It is enough to bear
This image still and fair,
This holier in sleep
Than a saint at prayer,
This aspect of a child
Who never sinned or smiled;
This Presence in an infant's face;
This sadness most like love,
This love than love more deep,
This weakness like omnipotence
It is so strong to move.
Awful is this watching place,
Awful what I see from hence—
A king, without regalia,
A God, without the thunder,
A child, without the heart for play;
Ay, a Creator, rent asunder
From His first glory and cast away
On His own world, for me alone
To hold in hands created, crying—Son!
That tear fell not on Thee,
Beloved, yet thou stirrest in thy slumber!
Thou, stirring not for glad sounds out of number
Which through the vibratory palm-trees run
From summer-wind and bird,
So quickly hast thou heard
A tear fall silently?
Wak'st thou, O loving One?—
Art Thou a King, then?
Come, His universe,
Come, crown me Him a King!
Pluck rays from all such stars as never fling
Their light where fell a curse,
And make a crowning for this kingly brow!—
What is my word? Each empyreal star
Sits in a sphere afar
In shining ambuscade:
The child-brow, crowned by none,
Keeps its unchildlike shade.
Sleep, sleep, my crownless One!
Unchildlike shade! No other babe doth wear
An aspect very sorrowful, as Thou.
No small babe-smiles my watching heart has seen
To float like speech the speechless lips between,
No dovelike cooing in the golden air,
No quick short joys of leaping babyhood.
Alas, our earthly good
In heaven thought evil, seems too good for Thee;
Yet, sleep, my weary One!
And then the drear sharp tongue of prophecy,
With the dread sense of things which shall be done,
Doth smite me inly, like a sword: a sword?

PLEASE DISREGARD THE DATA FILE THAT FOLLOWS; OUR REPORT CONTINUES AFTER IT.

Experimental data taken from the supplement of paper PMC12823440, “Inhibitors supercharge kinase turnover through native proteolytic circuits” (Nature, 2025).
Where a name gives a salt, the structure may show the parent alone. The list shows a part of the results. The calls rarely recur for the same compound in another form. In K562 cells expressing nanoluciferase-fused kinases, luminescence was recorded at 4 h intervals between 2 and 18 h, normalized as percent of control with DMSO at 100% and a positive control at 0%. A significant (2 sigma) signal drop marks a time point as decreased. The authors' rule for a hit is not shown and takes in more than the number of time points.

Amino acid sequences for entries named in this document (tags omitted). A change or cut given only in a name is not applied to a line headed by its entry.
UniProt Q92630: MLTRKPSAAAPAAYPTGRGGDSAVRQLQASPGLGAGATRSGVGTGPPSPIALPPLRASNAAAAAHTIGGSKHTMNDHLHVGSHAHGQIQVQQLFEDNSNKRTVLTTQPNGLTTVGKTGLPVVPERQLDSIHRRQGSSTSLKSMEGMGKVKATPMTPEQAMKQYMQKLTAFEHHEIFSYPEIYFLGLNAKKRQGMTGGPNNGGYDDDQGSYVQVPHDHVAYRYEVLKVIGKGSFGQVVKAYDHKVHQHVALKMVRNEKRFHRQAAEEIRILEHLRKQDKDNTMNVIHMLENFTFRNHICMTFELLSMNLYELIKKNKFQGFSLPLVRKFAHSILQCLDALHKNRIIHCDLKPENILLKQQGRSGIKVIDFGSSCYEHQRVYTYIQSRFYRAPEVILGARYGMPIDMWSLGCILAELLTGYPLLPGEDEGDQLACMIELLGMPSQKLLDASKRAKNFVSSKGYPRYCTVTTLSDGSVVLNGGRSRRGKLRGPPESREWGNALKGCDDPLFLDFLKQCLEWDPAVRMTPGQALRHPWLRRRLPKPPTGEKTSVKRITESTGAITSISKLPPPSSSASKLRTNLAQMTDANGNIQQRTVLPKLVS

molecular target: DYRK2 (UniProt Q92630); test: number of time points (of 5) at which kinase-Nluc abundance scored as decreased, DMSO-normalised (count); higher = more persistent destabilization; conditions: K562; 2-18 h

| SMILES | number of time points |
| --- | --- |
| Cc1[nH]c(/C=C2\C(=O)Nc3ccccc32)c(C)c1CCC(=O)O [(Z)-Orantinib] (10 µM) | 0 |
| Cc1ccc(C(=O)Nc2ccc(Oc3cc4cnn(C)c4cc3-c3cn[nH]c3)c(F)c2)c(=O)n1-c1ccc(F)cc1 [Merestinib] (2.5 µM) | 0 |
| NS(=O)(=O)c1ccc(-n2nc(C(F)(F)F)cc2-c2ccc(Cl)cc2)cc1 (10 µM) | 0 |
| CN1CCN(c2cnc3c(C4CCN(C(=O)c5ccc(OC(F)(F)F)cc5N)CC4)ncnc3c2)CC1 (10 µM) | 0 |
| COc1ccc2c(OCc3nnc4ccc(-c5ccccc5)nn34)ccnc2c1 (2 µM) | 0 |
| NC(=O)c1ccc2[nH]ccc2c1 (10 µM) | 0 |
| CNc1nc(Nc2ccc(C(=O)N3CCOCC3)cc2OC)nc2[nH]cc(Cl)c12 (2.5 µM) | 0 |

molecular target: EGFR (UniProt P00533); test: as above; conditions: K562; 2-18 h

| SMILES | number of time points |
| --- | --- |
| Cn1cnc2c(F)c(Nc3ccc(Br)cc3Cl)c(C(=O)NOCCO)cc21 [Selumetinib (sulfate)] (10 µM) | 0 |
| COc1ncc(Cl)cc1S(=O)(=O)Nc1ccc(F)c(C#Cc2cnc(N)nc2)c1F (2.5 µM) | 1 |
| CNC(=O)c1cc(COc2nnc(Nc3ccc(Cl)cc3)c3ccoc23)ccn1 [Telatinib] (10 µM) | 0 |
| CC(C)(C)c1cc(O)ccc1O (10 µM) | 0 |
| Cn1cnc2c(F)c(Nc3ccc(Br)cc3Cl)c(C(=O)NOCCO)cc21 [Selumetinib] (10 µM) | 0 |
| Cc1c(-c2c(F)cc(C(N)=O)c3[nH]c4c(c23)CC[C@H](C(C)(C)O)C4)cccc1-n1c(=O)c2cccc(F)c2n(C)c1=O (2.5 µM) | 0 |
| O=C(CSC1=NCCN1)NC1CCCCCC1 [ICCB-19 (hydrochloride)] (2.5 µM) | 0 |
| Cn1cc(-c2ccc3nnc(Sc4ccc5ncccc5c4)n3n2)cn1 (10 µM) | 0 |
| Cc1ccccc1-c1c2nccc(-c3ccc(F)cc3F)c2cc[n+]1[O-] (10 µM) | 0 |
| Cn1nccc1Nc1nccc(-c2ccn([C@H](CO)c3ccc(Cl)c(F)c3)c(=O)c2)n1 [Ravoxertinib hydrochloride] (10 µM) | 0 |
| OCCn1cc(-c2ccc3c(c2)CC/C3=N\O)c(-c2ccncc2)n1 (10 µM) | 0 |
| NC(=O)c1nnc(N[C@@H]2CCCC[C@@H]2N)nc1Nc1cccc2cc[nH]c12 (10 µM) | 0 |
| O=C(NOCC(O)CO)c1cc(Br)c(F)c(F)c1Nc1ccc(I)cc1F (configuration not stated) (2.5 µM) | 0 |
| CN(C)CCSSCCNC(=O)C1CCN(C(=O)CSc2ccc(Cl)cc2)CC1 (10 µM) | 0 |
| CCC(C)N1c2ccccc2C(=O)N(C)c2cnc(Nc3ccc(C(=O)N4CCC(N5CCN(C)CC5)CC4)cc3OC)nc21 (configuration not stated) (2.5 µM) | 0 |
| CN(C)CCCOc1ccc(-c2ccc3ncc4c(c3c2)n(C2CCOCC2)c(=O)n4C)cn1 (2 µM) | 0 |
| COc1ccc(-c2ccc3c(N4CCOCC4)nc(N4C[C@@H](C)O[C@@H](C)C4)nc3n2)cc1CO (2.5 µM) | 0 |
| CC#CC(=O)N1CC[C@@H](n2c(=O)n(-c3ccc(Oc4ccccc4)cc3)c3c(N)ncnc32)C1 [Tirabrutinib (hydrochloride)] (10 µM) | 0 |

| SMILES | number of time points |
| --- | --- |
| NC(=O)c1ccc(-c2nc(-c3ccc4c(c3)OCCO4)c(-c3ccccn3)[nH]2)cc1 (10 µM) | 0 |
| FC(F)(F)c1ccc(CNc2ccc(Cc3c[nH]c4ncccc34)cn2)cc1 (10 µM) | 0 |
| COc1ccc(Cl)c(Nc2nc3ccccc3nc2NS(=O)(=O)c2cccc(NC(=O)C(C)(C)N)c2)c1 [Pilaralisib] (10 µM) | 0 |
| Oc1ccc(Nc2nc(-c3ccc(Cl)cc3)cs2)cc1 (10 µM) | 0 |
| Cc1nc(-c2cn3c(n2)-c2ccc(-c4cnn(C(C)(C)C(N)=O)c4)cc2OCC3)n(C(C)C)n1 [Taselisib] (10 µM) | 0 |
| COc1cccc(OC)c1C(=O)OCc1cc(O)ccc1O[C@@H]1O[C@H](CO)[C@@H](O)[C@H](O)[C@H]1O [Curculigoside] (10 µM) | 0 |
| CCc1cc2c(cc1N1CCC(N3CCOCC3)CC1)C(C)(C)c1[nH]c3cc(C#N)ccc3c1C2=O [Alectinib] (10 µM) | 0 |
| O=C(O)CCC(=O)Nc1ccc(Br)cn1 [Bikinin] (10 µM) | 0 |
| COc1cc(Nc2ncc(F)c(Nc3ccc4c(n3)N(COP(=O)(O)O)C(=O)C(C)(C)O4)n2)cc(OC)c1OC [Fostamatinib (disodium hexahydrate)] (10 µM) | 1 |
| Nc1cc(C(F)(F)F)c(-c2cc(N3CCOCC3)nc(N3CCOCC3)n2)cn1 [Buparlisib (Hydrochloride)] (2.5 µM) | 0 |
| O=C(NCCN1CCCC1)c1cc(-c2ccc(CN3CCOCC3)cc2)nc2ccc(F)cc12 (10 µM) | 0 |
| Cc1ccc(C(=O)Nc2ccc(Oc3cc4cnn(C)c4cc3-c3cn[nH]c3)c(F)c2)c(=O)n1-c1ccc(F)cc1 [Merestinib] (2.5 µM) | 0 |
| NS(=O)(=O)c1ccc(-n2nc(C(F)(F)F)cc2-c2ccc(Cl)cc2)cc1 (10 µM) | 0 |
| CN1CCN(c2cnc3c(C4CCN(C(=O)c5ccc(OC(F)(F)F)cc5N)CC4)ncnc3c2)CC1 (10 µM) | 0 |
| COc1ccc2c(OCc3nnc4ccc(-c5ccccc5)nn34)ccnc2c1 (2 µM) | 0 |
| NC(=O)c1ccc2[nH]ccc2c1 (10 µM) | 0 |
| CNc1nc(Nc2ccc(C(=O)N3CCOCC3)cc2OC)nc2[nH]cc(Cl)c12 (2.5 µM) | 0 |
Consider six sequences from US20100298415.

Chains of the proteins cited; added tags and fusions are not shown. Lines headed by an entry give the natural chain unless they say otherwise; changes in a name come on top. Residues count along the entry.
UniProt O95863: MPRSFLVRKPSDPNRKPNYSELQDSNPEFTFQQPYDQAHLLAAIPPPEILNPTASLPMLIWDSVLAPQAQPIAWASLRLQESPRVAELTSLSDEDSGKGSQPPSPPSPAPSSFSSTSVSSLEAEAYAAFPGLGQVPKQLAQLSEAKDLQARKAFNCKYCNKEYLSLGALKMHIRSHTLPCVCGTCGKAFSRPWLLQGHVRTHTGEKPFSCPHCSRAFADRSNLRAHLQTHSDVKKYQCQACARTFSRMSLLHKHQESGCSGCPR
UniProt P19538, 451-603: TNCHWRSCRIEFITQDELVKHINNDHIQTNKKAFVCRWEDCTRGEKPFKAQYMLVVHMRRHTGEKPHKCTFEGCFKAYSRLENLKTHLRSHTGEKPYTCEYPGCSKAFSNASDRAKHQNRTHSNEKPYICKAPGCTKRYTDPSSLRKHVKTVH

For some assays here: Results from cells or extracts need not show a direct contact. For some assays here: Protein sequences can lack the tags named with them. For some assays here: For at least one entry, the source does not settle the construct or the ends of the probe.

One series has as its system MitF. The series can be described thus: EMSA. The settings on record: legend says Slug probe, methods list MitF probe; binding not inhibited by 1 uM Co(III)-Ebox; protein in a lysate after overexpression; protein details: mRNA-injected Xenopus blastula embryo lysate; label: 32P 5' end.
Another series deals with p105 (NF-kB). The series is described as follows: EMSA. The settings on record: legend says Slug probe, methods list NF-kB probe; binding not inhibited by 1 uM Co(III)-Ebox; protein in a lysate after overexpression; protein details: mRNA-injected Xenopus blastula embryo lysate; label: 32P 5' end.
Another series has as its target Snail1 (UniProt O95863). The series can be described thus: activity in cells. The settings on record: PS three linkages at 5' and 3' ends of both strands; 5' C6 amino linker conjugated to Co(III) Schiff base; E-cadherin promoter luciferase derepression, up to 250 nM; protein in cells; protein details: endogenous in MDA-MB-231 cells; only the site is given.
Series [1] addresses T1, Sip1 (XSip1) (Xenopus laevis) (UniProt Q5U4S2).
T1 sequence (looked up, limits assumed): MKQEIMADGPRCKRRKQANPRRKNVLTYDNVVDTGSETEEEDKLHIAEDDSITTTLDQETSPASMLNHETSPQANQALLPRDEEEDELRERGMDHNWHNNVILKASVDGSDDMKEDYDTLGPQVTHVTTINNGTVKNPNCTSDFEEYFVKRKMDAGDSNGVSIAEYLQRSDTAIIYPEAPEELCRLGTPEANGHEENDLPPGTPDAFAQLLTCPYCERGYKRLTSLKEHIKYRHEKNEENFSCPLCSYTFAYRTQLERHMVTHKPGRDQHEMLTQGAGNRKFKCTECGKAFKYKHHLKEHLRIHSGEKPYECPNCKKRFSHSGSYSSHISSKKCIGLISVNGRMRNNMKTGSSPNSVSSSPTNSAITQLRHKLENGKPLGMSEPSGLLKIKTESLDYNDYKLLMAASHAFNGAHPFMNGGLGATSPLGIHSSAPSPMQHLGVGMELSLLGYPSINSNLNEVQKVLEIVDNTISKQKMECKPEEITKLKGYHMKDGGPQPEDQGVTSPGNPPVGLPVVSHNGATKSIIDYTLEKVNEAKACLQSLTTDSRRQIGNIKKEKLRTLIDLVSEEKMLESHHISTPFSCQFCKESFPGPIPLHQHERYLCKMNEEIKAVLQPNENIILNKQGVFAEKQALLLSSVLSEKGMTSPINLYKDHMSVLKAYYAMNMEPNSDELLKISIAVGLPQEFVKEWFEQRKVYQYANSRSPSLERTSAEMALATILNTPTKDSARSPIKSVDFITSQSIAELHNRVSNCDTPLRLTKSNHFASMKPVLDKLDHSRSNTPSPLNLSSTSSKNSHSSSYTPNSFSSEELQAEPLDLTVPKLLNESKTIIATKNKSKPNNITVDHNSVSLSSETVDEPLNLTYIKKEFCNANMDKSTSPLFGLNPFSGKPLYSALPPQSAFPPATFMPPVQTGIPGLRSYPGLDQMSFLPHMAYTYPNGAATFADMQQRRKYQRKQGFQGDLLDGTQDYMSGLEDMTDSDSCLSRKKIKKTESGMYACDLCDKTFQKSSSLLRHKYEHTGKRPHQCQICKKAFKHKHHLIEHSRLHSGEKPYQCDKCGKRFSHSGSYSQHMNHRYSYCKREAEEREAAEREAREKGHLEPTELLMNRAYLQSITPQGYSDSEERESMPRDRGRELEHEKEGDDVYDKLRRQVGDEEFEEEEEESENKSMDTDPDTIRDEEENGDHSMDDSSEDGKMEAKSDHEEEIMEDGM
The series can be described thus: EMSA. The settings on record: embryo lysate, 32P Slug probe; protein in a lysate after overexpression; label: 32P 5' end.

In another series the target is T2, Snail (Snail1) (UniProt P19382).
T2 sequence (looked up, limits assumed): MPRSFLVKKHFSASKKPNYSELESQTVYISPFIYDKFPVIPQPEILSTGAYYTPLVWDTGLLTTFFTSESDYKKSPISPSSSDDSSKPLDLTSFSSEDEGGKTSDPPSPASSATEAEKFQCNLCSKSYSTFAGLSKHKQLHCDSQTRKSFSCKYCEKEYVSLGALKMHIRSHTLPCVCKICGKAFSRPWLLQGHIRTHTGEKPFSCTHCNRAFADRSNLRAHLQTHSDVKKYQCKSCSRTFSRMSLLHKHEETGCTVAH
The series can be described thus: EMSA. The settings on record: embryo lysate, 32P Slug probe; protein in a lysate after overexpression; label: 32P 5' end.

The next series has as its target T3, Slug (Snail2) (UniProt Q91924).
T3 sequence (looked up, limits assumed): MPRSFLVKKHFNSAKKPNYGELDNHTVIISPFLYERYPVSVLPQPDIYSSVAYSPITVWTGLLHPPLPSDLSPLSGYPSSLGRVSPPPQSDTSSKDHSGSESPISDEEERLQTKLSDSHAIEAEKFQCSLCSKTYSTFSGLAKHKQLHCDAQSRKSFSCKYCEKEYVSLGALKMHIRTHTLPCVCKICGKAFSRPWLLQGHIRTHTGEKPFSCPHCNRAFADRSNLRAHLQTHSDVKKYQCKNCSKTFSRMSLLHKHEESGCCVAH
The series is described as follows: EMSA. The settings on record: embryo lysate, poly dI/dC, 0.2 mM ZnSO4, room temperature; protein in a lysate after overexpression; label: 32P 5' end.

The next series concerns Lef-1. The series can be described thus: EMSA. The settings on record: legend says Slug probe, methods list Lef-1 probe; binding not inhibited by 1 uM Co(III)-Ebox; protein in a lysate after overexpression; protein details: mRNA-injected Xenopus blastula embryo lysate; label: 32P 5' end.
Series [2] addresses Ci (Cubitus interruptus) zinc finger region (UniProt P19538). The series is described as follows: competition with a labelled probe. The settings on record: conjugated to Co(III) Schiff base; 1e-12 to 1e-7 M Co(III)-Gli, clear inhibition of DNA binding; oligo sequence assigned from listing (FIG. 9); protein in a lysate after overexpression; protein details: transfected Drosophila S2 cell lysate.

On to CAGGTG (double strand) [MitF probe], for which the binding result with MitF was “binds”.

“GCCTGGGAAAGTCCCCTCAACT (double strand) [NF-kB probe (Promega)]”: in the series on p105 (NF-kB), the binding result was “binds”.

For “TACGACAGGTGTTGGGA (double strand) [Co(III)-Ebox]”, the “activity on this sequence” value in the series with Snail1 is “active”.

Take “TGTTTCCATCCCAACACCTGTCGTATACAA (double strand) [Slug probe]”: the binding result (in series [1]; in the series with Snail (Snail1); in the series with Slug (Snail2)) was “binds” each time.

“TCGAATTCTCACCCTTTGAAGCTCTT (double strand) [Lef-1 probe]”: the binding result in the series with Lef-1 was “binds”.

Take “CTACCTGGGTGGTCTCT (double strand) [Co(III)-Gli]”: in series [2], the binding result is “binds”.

That "smites the Shepherd." Then, I think aloud
The words "despised,"—"rejected,"—every word
Recoiling into darkness as I view
The Darling on my knee.
Bright angels,—move not—lest ye stir the cloud
Betwixt my soul and His futurity!
I must not die, with mother's work to do,
And could not live-and see.
More from Elizabeth Barrett Browning's reflections on Mary.
Perchance this sleep that shutteth out the dreary
Earth-sounds and motions, opens on Thy soul
High dreams on fire with God;
High songs that make the pathways where they roll
More bright than stars do theirs; and visions new
Of Thine eternal Nature's old abode.
Suffer this mother's kiss,
Best thing that earthly is,
To glide the music and the glory through,
Nor narrow in Thy dream the broad upliftings
Of any seraph wing.Thus noiseless, thus.
Sleep, sleep my dreaming One!
The slumber of His lips meseems to run
Through my lips to mine heart, to all its shiftings
Of sensual life, bringing contrariousness
In a great calm. I feel I could lie down
As Moses did, and die,* —and then live most.
I am 'ware of you, heavenly Presences,
That stand with your peculiar light unlost,
Each forehead with a high thought for a crown,
Unsunned i' the sunshine! I am 'ware. Ye throw
No shade against the wall! How motionless
Ye round me with your living statuary,
While through your whiteness, in and outwardly,
Continual thoughts of God appear to go,
Like light's soul in itself. I bear, I bear